Tuesday, 7 April 2015

Tales From The Rookeries II: The Night of The Storm.

Hello, and welcome back to the series, Tales From The Rookeries. Today's dark little tale from The Rookeries; 'Hospital for the Insane and Morally Dissolute,' is called 'The Night of The Storm.' I guess you could call it a very twisted little love story.

To find out more about this blog series of 'Tales From the Rookeries' and the original series, 'The Meadowsweet Chronicles' you can read the introductory post HERE. To read more stories in the series, there is a link menu in the sidebar.

Please note that these are flash fiction pieces, designed to be playful in style and genre. They have not undergone professional edit so feel free to add constructive criticism in the comments - always learning, always growing!
The Night of The Storm (1854)

It’s been raining all day and all night. The lower floor, which sits mostly underground, has bars at the high level openings that serve as windows. Once there was glass, but it was not long before the ingenuity that comes with solitary confinement caused that to become rather a fatal problem; solved easily by not replacing the windows when they became broken. Now, the barred openings lead out onto the woodland, allowing the rain to channel down the mulchy slopes and into the building, creating muddy puddles on the brick tiled floor of the cells. The lunatics appear to accept this fate, like most others; it is just another layer of misery upon the many folds of misery they already wear.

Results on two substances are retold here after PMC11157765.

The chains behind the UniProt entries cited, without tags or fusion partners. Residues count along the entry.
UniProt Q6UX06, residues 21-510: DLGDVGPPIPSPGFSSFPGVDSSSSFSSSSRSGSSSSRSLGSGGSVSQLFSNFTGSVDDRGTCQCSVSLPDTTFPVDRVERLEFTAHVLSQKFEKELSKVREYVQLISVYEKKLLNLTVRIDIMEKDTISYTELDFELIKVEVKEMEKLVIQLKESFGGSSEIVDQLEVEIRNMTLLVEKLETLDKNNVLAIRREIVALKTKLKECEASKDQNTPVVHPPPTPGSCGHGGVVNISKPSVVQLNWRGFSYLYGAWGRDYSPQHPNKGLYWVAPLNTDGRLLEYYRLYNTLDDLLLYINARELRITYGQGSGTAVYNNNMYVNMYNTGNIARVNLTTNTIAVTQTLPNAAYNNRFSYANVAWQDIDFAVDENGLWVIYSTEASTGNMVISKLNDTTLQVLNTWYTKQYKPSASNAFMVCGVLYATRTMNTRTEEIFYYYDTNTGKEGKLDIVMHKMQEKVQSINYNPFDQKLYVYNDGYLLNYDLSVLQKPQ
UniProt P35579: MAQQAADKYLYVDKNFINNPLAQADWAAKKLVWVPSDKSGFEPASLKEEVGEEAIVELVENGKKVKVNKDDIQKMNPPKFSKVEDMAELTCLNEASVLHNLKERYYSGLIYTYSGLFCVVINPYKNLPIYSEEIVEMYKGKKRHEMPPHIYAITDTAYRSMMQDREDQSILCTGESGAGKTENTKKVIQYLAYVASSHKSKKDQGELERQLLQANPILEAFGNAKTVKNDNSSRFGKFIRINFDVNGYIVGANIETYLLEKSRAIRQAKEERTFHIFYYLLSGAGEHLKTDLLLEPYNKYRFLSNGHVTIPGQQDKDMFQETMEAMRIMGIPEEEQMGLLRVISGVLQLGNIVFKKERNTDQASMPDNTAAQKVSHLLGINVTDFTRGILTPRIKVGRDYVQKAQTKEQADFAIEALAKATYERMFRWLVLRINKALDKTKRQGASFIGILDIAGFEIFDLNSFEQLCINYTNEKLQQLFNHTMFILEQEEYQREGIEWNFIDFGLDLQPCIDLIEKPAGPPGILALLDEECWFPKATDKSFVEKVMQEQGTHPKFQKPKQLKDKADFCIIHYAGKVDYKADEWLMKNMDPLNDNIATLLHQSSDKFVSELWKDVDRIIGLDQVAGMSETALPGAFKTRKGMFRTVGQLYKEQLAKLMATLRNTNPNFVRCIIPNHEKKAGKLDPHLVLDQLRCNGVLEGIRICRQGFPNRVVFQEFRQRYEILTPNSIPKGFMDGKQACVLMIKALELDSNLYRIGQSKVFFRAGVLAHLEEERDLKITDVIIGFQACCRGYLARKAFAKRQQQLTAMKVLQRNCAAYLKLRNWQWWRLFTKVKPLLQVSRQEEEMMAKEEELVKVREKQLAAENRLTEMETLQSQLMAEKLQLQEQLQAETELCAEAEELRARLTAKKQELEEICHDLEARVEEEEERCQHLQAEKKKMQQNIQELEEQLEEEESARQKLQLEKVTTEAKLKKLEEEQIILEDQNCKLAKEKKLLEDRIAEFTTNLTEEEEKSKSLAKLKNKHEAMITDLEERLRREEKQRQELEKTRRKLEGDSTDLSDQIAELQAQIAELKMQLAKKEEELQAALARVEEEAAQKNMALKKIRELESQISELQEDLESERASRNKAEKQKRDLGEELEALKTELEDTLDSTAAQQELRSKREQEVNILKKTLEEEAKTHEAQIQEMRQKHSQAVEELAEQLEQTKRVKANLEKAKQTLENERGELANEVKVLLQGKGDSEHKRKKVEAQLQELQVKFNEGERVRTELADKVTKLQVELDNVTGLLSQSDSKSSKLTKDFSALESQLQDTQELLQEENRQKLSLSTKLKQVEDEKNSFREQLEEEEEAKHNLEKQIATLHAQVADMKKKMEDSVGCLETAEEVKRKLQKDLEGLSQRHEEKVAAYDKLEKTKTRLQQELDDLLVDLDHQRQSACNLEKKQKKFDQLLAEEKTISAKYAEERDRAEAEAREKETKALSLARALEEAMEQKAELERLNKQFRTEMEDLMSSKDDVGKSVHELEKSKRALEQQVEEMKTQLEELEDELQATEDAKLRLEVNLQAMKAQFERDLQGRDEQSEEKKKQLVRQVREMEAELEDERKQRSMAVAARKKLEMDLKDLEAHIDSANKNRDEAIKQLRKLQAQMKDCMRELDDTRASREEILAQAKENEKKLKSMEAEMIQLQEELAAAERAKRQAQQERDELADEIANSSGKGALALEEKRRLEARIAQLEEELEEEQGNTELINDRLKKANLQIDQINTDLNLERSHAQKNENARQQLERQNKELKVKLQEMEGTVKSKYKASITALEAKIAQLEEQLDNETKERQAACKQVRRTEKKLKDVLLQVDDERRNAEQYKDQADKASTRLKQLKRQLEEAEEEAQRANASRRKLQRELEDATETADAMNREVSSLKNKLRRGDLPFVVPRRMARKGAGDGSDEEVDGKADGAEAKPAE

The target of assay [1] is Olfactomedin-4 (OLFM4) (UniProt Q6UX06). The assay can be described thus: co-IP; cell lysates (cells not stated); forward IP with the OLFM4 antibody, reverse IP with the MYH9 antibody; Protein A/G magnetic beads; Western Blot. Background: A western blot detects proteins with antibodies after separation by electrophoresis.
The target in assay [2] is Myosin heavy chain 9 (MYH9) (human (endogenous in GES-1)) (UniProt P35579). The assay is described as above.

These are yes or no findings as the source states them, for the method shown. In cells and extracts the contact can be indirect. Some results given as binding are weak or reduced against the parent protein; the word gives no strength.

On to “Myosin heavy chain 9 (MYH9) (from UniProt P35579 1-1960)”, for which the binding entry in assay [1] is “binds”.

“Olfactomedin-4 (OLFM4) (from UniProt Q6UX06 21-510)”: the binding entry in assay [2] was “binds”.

On return from my rounds, I ask the matron if there is anything that can be done. She is a woman of God and believes that such natural discomforts are fitting for creatures who have abandoned Him. When I ask if her God would abandoned his own children, she reprimands my insolence and dismisses me to my duties with the veiled threat of permanent dismissal and a dented reputation. In my situation, as a young woman with no family and no home, it may as well be a threat on my life.

Hoping for more compassion and action, I interrupt the good Doctor Carson to inform him about the situation; he offers me a face that suggests a level of concern but no actions that might solve the situation.
    “The problem is, my dear,” he replies, “we would have to move them, and there is nowhere to move them to.”
     He gives me a kindly smile and then returns his attention to his notes. After an incredibly long minute of silence as I wait for some kind of eureka moment, I take my leave, closing the door quietly behind me.

The stormy weather does something to the lunatics; it’s as if they are mirrors to the wildness of nature; its unstable and often cruel moods are reflected in their actions as if they are turning nature’s energy into some beautiful but confused choreography. I cannot imagine the primal horror they feel when the crack of thunder and lightning splits heaven open like a wound bleeding the wrath of some angry God.

I have promised Henry that I would return within the hour, when I have found a solution to his increasingly wretched position. Unlike most of the patients housed on the subterranean floor, he is lucid, even with the weather – almost too lucid, so that you might think for a moment that it is you who is mad and that it is he who is sane. He has this way with him – a cold calmness, even on the hottest of Summer days; it’s a trick of his madness; the same madness that allowed him to savagely murder seventeen people in one weekend of night-time park prowls and then return to his work as an eminent surgeon on the Monday.